Law Commission seeks to protect councils from libel challenges

The Law Commission is proposing that councils
receive immunity from being sued for libel by individuals named in
internal inquiry reports.

consultation document published this week by the body that reviews
the effectiveness of the law for the government, states that fear
of being taken to court is one of the factors causing councils to
suppress important findings.

As a
result, mistakes are more likely to be repeated, other bodies
cannot learn from the lessons, and complaints are not made

deal with the problem, the consultation paper proposes that the law
is changed to extend “qualified privilege” to local authority
inquiries that involve serious complaints against the authority or
a failure in its services.

would protect the council from libel actions as long as the report
had been conducted fairly, was about a matter of genuine public
interest, and anyone criticised was given the opportunity to

report also asks whether there is a need for new legal powers for
local authorities to set up formal inquiries, with the power to
summon witnesses, require the production of documents, and take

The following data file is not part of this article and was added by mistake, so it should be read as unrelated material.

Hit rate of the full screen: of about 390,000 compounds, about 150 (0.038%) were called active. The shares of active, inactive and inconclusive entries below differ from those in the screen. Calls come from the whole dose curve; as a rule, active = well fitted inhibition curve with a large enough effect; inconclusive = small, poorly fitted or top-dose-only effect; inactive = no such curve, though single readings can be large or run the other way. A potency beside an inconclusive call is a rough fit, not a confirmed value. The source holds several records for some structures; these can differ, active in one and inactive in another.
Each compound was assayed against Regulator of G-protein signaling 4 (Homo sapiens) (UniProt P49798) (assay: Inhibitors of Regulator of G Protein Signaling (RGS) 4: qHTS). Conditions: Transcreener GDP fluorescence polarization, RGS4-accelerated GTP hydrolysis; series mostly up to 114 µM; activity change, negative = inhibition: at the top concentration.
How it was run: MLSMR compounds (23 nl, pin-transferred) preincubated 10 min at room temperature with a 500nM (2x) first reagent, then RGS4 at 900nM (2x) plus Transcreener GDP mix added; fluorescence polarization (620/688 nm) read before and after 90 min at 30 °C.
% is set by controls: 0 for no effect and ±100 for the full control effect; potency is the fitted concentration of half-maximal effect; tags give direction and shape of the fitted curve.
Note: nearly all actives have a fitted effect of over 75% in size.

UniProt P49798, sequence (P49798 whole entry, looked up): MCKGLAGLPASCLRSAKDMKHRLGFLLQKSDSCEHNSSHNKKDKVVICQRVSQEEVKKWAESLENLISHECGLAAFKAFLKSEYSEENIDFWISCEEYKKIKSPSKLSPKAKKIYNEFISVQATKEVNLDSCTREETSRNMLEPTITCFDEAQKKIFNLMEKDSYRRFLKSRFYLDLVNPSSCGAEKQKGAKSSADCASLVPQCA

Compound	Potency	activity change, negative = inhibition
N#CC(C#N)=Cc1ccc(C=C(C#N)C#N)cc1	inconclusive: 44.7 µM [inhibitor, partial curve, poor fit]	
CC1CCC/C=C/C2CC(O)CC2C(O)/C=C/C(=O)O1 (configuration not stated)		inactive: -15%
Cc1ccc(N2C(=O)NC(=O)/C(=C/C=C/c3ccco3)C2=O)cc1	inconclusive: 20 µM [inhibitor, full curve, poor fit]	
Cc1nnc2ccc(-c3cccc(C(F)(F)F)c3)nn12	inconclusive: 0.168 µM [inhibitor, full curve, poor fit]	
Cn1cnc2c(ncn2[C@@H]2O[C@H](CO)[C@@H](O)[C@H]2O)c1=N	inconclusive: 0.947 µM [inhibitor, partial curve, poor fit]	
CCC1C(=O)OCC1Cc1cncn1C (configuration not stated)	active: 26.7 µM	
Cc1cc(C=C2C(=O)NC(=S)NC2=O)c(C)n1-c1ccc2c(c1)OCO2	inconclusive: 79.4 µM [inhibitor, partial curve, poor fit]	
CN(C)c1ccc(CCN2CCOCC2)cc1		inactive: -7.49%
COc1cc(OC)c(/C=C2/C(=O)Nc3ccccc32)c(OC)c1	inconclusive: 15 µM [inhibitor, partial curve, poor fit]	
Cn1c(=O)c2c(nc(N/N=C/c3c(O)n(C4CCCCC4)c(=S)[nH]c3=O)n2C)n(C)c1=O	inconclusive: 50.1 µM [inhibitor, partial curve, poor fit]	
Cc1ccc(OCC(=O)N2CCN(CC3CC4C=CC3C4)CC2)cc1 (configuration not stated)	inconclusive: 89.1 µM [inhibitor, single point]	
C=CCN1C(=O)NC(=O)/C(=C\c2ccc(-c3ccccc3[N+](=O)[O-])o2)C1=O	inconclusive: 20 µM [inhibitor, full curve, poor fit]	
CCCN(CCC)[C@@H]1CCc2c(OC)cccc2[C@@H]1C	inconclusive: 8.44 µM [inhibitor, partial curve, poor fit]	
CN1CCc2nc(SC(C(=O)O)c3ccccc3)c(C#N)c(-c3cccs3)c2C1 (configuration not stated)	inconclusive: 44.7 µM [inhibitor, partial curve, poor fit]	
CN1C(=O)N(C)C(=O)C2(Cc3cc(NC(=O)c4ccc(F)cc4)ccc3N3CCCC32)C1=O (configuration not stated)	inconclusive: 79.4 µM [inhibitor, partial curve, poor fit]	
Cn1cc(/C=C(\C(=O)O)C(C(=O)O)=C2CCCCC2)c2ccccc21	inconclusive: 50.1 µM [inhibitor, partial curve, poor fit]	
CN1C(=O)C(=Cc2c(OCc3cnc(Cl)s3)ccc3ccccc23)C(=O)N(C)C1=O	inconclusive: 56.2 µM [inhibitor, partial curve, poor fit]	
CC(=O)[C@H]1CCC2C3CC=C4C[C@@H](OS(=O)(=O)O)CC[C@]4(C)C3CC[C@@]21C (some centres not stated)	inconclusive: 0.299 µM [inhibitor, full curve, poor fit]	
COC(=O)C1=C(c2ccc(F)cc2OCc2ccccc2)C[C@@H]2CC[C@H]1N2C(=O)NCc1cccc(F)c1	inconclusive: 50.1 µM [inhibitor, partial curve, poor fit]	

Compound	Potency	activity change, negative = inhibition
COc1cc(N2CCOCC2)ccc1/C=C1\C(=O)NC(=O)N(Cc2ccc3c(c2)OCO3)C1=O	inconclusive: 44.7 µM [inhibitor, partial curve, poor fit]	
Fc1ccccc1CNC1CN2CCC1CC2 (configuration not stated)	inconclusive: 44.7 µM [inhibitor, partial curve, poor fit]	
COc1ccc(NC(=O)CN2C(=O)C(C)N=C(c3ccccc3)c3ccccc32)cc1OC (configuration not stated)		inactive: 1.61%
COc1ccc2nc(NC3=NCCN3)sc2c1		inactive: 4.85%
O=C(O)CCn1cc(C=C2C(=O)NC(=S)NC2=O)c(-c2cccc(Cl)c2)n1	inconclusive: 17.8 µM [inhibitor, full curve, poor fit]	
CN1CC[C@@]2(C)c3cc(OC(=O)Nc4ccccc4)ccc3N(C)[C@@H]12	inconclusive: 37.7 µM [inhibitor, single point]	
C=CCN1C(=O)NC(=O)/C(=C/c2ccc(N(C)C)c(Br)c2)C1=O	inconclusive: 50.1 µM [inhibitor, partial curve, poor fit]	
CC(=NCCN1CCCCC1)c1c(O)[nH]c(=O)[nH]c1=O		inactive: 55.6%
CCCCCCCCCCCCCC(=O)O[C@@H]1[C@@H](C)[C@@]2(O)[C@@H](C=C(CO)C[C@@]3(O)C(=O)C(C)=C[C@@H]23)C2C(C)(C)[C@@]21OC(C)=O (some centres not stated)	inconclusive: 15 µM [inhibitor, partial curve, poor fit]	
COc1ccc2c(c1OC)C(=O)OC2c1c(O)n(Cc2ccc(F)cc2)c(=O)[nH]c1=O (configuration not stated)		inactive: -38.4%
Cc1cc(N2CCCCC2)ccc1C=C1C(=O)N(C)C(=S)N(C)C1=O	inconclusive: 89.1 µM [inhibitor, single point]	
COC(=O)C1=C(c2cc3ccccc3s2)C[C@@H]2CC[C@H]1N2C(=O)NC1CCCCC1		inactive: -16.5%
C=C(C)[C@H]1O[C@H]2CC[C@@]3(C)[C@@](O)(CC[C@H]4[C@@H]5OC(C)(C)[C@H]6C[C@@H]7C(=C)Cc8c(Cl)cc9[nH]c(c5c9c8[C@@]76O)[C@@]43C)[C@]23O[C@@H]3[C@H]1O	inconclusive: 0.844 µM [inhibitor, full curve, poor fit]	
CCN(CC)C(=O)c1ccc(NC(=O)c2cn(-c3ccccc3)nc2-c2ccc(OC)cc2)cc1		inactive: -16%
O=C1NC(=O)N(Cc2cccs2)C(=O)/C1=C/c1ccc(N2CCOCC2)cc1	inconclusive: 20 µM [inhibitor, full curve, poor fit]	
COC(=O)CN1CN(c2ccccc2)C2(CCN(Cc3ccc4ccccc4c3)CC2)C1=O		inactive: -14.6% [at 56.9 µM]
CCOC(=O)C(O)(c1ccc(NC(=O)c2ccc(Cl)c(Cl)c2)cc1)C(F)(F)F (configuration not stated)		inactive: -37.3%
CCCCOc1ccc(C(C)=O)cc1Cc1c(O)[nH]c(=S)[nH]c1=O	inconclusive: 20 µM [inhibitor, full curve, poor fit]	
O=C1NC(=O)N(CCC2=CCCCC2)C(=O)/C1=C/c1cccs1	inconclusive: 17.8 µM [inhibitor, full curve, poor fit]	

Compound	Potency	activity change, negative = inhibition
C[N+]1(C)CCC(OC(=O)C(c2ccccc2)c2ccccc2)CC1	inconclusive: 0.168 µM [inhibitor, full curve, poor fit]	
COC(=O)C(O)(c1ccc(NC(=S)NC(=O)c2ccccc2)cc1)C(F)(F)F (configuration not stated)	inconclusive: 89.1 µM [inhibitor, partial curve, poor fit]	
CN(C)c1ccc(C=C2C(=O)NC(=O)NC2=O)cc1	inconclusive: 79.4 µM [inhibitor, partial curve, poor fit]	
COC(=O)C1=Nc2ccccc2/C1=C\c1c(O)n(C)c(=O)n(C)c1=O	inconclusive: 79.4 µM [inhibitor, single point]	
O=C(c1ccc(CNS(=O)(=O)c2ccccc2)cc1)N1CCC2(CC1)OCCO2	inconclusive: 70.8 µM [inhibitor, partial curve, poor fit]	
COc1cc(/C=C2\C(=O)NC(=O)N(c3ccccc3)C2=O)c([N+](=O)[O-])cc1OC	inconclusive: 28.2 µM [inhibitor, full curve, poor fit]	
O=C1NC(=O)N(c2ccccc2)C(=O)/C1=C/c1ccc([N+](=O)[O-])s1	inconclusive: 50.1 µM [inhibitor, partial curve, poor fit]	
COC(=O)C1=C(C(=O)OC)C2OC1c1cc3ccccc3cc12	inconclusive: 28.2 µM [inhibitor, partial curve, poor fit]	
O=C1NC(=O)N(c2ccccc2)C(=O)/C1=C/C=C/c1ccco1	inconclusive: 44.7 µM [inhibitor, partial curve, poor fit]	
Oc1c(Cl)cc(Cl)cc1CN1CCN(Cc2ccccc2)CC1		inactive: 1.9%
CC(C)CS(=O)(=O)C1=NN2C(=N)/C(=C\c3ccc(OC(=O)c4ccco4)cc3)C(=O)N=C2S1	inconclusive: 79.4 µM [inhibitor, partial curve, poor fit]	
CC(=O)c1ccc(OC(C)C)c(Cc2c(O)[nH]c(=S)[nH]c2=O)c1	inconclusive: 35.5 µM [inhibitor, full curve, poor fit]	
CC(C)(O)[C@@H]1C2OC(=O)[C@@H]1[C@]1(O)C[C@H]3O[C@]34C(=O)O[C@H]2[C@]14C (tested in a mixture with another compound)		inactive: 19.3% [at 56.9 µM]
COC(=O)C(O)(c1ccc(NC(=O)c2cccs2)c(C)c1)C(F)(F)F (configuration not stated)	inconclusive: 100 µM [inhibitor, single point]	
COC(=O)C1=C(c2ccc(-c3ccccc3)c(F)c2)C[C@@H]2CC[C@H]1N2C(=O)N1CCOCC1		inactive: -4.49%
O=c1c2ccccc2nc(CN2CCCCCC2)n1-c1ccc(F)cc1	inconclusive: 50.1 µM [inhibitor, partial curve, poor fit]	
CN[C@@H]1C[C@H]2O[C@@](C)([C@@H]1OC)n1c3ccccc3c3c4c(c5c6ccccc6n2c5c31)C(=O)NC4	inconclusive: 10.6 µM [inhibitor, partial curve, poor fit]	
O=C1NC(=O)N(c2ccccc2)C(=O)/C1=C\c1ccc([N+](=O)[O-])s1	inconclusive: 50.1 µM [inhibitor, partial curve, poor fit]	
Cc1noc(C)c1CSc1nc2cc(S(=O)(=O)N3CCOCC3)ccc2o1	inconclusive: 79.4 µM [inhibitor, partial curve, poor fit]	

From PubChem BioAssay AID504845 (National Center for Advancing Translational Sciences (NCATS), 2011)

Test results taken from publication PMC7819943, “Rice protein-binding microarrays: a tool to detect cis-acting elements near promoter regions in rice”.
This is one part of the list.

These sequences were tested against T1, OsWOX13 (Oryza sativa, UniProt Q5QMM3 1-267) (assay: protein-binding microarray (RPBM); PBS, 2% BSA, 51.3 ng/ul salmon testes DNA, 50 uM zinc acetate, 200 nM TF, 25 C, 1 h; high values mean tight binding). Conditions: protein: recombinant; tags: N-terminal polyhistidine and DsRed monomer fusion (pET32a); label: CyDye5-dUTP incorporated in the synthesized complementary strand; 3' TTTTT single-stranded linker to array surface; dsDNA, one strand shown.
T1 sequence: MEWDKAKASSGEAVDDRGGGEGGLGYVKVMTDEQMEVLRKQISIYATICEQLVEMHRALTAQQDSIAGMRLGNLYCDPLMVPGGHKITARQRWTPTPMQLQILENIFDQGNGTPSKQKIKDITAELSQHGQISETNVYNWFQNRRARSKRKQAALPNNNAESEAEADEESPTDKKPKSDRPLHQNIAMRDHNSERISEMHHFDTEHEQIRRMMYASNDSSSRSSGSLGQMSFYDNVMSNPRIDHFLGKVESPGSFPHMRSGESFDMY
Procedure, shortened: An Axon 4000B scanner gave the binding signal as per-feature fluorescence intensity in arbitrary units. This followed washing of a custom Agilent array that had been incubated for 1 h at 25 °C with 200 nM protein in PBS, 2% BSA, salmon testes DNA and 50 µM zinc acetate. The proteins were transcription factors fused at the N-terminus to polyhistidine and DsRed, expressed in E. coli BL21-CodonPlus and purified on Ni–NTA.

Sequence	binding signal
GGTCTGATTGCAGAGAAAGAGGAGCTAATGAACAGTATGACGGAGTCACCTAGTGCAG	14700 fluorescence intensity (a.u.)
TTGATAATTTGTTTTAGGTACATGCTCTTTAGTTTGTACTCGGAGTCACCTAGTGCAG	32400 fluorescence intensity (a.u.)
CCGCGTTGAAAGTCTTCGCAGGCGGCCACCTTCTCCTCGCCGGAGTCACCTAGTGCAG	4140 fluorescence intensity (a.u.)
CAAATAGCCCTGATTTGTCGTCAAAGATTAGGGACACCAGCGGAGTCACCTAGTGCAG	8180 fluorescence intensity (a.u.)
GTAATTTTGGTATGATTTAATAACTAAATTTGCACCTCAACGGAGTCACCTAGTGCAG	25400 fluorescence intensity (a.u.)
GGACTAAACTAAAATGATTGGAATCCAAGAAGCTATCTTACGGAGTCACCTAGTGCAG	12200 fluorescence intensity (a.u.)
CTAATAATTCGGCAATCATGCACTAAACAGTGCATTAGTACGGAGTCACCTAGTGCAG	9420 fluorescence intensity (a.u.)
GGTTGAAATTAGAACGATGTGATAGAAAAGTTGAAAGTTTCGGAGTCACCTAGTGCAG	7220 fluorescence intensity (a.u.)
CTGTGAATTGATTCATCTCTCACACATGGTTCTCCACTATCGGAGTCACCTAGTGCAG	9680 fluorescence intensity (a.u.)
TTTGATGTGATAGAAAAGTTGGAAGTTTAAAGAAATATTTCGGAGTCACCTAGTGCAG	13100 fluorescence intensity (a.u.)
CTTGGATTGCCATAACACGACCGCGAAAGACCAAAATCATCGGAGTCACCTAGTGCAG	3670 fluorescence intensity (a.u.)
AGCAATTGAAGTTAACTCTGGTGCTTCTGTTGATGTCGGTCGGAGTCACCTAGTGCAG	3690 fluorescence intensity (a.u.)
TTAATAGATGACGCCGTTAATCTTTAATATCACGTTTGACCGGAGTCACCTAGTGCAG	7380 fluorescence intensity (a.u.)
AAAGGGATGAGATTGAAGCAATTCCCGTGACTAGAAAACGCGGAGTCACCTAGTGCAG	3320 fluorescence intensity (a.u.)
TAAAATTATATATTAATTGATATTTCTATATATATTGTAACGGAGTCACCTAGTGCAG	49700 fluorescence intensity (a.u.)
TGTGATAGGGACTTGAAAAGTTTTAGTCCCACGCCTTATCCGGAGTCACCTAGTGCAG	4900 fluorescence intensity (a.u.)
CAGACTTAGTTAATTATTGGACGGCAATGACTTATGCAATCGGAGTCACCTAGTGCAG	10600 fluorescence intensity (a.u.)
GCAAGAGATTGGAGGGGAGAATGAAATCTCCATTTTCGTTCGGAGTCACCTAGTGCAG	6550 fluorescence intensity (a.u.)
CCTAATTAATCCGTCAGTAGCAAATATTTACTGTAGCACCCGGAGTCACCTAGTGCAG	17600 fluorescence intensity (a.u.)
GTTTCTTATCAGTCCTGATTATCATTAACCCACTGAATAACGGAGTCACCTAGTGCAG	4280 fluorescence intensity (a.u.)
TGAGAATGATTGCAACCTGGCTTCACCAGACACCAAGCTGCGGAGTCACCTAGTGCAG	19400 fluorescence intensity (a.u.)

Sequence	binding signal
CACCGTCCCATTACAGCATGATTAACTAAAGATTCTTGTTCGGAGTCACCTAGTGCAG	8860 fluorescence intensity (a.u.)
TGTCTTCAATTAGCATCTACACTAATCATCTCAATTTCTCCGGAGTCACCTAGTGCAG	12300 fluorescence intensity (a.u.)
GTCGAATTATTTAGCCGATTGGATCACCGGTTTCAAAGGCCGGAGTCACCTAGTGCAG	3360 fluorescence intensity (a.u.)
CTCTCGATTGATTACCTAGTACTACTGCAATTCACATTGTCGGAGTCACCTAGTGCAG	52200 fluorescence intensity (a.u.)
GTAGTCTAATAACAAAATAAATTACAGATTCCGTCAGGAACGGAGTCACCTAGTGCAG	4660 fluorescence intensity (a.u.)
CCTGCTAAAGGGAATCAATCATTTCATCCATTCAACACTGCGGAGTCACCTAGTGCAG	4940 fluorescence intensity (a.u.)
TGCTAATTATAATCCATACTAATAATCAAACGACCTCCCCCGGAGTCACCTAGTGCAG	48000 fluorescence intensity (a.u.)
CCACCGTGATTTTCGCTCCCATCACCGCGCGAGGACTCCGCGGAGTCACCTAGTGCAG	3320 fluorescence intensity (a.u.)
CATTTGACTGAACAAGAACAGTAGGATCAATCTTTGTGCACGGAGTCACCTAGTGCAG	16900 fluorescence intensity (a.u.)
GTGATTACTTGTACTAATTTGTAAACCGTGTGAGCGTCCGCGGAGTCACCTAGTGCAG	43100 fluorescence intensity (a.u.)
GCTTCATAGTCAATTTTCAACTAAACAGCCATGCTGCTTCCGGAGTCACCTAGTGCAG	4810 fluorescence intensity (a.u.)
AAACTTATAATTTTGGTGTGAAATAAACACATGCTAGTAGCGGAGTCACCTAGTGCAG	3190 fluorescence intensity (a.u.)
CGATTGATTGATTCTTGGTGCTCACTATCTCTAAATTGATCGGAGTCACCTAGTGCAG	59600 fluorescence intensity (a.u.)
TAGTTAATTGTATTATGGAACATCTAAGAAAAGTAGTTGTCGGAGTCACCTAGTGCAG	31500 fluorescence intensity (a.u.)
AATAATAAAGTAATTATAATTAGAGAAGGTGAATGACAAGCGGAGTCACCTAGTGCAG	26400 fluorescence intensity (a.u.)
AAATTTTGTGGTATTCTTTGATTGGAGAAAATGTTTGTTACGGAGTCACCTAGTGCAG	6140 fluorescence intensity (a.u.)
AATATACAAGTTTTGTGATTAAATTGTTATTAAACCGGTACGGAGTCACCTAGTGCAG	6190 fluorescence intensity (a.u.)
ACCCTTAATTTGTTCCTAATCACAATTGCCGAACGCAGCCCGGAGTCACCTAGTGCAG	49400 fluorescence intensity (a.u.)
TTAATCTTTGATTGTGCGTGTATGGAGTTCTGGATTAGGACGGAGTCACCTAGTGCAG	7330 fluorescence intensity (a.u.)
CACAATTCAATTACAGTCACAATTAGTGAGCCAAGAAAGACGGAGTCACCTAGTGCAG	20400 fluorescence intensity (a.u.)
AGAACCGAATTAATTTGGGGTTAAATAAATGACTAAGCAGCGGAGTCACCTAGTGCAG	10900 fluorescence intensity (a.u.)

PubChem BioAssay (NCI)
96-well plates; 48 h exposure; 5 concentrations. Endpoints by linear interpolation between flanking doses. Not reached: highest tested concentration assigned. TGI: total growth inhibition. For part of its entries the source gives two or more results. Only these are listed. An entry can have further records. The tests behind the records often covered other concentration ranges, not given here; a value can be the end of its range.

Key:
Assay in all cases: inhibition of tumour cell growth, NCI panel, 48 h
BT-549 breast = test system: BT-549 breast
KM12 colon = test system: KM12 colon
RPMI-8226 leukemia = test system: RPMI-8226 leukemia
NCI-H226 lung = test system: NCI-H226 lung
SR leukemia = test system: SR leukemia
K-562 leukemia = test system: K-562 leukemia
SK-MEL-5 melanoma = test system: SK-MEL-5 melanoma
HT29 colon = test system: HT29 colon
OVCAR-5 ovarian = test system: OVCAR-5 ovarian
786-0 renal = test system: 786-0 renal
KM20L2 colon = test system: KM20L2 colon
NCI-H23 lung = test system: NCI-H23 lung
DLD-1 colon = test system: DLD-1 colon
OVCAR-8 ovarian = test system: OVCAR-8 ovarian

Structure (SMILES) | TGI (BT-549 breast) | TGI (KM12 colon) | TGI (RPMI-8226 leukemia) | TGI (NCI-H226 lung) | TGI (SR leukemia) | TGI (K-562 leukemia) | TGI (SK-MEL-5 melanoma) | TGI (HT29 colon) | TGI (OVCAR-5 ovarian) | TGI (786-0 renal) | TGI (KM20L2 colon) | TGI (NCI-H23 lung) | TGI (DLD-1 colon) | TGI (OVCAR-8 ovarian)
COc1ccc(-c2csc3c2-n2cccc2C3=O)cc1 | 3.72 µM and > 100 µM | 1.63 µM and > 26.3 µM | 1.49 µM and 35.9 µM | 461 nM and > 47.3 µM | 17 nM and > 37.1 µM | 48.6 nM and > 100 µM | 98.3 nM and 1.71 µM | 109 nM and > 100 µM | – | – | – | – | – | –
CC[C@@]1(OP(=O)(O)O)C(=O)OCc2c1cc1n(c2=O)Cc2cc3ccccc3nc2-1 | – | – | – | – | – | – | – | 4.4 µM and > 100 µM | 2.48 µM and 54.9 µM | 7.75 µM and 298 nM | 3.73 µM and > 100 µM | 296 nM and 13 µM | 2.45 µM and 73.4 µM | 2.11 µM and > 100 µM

evidence on oath.

Director of central services at
the Local Government Association John Rees said: “The LGA welcomes
the consideration of these issues by the Law Commission and
believes that the provisional conclusions could improve the ability
of local authorities to investigate and take action on issues of
real public concern without being inhibited from acting

Law Commission was asked to look at the problem following the
Waterhouse Report into the abuse of children in care in North
Wales. At the time, Sir Ronald Waterhouse expressed concern that
fear of legal action was preventing councils from acting in the
wider public interest.

In a
recent judgment, Paul and Audrey Edwards v the United
, the European Court of Human Rights held that there
had been a violation of article 2 of the European Convention on
Human Rights in the failure to conduct an effective investigation
into the death of Christopher Edwards, who was killed by a fellow
detainee while in prison on remand in November 1994.

inquiry commissioned was held in private and had no power to compel
witnesses, resulting in two prison officers declining to

Does the Law Get in the Way of the Publication of Inquiry
from     Consultation ends 31


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